In a move to provide affordable broadband to customers, the CBA has acquired stakes in two telco providers, paving the way for other businesses. Paul Budde reports.
IN A SURPRISE MOVE, the Commonwealth Bank took a 25% stake in two of the NBN Retail Service Providers (RSPs): More Telecom and Tangerine. As electronic banking is growing exponentially, the bank wants to become more involved in the telecoms market which is key in providing access to such services.
As Australia has one of the highest broadband access charges, the bank is keen to explore how it can assist in providing affordable broadband access that ultimately will also stimulate their electronic banking services. They will use their shareholding and their significant market power to persuade customers to use the services of their RSPs.
This is a clear sign that telecoms are increasingly seen as a utility-based economic input in other sectors. We also see several of the electricity companies moving into this market as well.
In the end, it is not about access but the services that you offer. In the past, I have often compared this with newspapers and magazines. When you walk into a newsagent and buy a magazine or newspaper, you are not asked to separately pay for the paper it is printed on.
If you want to use electronic banking, the same applies — why would you have to pay separately for access to such services? Over the coming years, we will see that telecoms access will become more and more embedded in the actual service that you will use.
This also means that companies operating in sectors that heavily depend on digital access will increasingly become involved in the discussion to provide high-quality broadband services, as this will directly influence their own services.
We all know the problems with the NBN. It is not without schadenfreude that we finally see an upgrade of the NBN towards fibre to the home (FTTH). As you might recall, I was the strategic adviser to the Government in the period that we were planning an FTTH network to 94 per cent of all Australian households in the mid-'00s, now more than 15 years ago.
On a more positive note, the number of NBN connections that are still unable to reach speeds of 25Mbs has halved since last year. Now, 119,000 connections are still underperforming. But the company is chipping away. Nevertheless, speeds of 25Mbs are currently seen as well below international best practice which is rapidly moving from 50Mbs to 100Mbs.
In recent weeks, NBN Co awarded four construction contracts valued at more than $1 billion to upgrade homes and businesses across Australia to fibre to the premises (FTTP). The new fibre targets around 200,000 premises. The upgrade work on the local fibre network commenced late last year.
The contracts are part of the NBN’s $2.9 billion investment to upgrade large parts of the fibre to the node network to FTTP.
To date, more than 1.1 million homes and businesses are currently serviced by FTTN have been tagged for upgrades and up to two million will become eligible for the upgrade to FTTP, on-demand by 2023.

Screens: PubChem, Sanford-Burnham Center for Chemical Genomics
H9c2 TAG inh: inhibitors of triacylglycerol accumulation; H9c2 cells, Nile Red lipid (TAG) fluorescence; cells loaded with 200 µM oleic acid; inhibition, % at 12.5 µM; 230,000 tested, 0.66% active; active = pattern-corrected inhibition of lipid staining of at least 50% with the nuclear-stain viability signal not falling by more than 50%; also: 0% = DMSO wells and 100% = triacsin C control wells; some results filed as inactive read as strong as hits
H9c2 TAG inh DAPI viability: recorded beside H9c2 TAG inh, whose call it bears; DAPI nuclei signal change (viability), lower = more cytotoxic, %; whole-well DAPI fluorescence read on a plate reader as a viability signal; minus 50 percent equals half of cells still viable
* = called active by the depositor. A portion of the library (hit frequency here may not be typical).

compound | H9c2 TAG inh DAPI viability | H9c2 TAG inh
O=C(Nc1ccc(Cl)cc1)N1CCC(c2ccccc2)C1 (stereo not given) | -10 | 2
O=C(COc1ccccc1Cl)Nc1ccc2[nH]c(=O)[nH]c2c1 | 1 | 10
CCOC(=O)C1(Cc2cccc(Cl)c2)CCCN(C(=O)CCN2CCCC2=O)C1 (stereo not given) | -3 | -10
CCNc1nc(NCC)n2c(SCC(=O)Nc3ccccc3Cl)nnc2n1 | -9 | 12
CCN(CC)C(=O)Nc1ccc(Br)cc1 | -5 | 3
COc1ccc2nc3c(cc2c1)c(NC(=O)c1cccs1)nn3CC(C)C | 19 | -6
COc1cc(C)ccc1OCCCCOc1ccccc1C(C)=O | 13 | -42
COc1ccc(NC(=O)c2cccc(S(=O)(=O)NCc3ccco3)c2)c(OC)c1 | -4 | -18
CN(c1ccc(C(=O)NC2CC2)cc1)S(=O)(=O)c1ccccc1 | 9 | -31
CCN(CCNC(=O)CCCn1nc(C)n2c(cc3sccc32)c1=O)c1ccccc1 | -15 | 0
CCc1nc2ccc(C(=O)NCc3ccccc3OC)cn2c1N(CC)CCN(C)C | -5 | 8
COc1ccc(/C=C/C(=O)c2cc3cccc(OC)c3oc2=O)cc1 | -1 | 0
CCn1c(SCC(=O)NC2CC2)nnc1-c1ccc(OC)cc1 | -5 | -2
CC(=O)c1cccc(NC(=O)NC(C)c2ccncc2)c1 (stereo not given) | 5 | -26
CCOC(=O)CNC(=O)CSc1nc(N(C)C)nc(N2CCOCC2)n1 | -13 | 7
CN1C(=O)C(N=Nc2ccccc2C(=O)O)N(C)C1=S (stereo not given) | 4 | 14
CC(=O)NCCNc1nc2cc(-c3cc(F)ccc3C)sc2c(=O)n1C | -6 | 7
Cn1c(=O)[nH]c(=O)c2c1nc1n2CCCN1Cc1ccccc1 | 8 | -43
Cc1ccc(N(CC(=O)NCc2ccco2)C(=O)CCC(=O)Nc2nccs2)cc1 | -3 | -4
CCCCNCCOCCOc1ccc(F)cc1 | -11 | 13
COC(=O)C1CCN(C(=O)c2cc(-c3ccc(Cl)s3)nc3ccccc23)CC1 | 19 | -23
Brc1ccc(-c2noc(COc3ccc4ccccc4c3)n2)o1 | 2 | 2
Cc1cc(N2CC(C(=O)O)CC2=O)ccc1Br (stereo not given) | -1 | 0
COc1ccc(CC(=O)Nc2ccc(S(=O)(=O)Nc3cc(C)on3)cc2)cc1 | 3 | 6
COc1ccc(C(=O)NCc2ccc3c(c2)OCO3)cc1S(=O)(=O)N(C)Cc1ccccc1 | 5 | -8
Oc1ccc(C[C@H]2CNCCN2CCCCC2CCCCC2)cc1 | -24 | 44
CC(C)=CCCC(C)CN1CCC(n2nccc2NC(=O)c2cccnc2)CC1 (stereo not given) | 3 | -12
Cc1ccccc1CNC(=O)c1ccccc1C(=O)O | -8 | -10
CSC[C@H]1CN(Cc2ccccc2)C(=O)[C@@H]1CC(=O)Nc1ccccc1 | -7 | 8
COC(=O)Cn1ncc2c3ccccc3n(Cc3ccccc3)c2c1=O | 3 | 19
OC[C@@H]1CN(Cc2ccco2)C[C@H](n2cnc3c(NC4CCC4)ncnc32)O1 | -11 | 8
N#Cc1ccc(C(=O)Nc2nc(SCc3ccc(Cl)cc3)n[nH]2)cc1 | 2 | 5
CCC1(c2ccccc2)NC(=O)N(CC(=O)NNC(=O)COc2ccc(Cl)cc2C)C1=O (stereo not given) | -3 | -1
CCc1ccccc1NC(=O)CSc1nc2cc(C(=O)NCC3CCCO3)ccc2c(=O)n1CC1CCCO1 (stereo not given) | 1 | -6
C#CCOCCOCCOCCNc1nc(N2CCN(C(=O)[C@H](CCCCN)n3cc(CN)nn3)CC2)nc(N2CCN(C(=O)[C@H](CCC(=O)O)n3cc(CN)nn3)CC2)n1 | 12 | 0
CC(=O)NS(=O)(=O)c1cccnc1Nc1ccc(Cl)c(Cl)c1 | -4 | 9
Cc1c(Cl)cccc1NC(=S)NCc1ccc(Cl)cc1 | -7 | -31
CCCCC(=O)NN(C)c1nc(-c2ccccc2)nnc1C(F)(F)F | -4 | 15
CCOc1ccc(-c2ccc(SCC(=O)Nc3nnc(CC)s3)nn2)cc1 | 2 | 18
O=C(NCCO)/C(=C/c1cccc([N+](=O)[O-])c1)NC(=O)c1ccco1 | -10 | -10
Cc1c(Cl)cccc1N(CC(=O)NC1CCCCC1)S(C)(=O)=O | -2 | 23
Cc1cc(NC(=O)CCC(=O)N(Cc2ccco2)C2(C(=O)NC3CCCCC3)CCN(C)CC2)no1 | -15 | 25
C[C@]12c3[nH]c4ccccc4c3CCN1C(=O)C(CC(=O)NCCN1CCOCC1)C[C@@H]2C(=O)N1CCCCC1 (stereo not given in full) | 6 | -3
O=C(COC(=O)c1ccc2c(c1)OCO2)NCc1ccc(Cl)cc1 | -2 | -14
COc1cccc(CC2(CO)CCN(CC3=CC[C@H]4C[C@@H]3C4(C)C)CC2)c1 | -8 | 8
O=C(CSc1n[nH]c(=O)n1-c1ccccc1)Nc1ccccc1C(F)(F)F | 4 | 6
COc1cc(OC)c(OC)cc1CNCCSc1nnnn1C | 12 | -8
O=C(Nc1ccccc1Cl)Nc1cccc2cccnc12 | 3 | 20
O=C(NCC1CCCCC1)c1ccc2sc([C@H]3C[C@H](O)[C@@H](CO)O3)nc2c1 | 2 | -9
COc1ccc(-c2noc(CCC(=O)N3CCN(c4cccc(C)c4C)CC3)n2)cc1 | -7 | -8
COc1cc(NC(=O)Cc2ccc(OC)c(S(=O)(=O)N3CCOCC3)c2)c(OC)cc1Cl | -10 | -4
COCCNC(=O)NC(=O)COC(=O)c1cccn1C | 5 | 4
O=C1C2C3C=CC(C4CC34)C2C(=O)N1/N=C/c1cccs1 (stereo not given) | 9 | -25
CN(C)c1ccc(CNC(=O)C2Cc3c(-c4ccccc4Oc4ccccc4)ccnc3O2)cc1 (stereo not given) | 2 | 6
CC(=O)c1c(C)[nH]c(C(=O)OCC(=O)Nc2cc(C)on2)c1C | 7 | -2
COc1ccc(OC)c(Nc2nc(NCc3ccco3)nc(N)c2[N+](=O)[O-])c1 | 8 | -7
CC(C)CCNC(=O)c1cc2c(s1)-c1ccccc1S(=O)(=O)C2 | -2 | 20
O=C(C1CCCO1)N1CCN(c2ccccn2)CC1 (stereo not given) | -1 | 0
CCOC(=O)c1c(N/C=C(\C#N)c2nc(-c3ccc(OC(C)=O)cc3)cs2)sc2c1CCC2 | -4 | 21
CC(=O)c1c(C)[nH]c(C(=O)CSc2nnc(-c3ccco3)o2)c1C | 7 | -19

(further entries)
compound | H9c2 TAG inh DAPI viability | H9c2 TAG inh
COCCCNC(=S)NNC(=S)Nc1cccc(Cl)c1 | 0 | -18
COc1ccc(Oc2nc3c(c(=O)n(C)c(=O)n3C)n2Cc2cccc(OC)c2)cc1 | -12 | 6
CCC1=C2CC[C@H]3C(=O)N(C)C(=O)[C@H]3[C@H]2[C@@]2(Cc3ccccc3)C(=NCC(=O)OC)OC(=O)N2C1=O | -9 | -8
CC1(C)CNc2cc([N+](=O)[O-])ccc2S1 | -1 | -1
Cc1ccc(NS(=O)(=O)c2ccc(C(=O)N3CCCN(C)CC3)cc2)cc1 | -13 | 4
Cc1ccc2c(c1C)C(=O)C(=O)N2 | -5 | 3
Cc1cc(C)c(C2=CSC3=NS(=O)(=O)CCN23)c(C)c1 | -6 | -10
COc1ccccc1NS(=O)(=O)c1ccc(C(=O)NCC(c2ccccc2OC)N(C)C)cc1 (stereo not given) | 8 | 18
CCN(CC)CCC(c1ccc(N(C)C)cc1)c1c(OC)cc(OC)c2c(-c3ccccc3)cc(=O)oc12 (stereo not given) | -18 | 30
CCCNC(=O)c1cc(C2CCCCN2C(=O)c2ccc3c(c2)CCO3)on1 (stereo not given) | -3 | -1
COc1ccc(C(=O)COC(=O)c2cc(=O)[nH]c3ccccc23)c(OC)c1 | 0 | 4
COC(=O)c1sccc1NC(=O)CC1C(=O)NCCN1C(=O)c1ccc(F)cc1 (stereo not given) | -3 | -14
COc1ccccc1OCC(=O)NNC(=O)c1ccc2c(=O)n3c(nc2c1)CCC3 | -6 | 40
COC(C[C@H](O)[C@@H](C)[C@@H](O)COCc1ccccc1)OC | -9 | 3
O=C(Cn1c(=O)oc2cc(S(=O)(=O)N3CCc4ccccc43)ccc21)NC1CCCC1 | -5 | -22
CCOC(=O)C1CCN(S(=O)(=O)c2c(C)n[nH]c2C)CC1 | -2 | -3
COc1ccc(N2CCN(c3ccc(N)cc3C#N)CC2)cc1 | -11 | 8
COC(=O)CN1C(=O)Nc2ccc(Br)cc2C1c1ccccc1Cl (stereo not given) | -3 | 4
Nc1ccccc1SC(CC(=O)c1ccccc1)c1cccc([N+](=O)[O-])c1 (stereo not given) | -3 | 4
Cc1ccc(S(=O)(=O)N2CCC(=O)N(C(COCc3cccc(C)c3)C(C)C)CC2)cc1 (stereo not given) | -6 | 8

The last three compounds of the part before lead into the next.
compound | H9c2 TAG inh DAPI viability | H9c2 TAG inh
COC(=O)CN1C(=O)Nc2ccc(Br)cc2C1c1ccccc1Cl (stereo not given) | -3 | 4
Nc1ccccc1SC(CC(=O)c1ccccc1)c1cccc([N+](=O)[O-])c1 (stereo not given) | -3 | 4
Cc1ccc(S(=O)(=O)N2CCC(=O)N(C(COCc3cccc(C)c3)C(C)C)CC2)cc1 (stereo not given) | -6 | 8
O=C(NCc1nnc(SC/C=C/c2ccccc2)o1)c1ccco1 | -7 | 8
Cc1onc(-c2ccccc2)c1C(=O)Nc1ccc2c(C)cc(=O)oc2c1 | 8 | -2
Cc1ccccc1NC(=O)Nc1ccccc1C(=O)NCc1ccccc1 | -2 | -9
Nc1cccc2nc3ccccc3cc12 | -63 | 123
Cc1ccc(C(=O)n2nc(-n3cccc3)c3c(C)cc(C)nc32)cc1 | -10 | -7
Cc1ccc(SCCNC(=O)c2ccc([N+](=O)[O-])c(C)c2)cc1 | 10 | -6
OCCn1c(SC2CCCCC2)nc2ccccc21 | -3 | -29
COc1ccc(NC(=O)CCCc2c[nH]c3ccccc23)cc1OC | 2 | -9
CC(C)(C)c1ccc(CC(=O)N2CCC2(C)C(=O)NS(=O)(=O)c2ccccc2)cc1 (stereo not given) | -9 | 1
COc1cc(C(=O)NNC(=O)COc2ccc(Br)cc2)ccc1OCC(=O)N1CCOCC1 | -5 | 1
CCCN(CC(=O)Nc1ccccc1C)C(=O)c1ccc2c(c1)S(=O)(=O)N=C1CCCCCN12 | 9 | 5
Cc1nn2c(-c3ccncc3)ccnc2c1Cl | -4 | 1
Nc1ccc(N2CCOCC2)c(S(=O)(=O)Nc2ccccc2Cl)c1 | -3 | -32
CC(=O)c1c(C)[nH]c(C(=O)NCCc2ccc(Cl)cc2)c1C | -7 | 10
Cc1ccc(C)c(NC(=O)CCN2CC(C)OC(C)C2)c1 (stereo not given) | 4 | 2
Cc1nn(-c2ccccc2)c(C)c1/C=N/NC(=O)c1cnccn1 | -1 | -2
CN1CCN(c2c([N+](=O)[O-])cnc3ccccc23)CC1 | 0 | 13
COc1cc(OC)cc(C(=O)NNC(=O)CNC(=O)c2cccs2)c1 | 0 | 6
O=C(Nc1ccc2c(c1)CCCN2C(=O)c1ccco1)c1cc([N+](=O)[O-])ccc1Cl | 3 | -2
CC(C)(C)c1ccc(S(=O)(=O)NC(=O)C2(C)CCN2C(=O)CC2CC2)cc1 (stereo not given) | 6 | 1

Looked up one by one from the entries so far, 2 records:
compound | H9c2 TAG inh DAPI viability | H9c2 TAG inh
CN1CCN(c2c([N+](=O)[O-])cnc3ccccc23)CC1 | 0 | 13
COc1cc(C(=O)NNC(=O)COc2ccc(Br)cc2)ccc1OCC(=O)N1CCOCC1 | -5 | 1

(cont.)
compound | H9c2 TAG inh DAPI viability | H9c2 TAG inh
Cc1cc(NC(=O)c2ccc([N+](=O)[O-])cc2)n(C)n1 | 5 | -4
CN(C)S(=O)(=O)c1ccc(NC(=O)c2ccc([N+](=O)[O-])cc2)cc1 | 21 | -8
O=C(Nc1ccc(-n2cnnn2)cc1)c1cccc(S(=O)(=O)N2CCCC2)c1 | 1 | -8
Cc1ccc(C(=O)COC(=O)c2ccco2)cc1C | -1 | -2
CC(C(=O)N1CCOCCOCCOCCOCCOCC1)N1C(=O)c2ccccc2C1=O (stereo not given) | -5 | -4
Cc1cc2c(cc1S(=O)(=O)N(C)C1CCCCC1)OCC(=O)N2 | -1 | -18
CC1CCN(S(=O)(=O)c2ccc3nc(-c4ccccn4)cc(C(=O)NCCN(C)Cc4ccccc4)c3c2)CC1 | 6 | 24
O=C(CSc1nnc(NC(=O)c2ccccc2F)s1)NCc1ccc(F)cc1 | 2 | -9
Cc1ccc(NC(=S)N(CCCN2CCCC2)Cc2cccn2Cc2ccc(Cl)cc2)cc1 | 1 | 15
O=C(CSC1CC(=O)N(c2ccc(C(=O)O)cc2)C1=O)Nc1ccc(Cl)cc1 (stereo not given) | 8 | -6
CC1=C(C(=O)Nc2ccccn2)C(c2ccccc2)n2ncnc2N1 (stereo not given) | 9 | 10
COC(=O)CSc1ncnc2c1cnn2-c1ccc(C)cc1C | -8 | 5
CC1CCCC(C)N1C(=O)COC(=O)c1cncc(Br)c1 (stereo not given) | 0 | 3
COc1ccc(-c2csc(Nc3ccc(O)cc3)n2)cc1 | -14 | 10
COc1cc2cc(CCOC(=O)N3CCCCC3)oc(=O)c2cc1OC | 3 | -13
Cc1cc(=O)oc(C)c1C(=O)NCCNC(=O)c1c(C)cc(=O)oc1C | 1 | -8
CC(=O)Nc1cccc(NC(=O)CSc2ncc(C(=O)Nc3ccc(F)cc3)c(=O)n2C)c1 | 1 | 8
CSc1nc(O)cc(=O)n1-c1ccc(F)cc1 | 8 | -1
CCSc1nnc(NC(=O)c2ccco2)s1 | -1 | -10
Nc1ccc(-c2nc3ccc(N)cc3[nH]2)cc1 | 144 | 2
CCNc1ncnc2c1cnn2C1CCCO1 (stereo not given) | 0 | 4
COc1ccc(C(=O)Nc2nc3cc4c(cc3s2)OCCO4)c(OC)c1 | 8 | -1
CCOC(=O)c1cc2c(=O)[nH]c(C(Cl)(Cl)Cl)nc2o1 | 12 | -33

NBN Co plans to upgrade around 75 per cent of households and businesses to FTTP within the period.
The new contracts are expected to generate up to 10,000 jobs during the peak design and construction stage.
The new contracts will cover the balance of the 1.8 million additional premises eligible for upgrades from FTTN to FTTP within two years.
The Downer Group also received a Fixed Wireless Services contract that will begin this month with an initial term of two years and two extension options of two years. The estimated value of the initial term is $60 million and the total estimated value, including both extension options, is up to $120 million.
Services will include network planning, site acquisition and design, construction and integration activities to facilitate network capacity expansion, coverage expansion and transmission augmentations that will enable upgrade and enhancement of the network.
Not related to the NBN, but another area in which I have been keen to see major changes is mobile roaming. Also, here I have been advocating for changes for some 20 years. Finally, we seem to be coming to our senses and are starting to look at an infrastructure neutral approach to mobile services in regional and remote Australia. In most cases, building infrastructure here is not economically viable, let alone if three operators each must build their own network.
Field Solutions Group will receive nearly $8 million in government funding to trial the neutral host concept for domestic roaming and will build out 15 towers. It has already signed a contract with Optus and is in talks with Telstra and TPG. It will be very interesting to see what Telstra will do as it has always been the company that has blocked roaming facilities.
Paul Budde is an Independent Australia columnist and managing director of Paul Budde Consulting, an independent telecommunications research and consultancy organisation. You can follow Paul on Twitter @PaulBudde.
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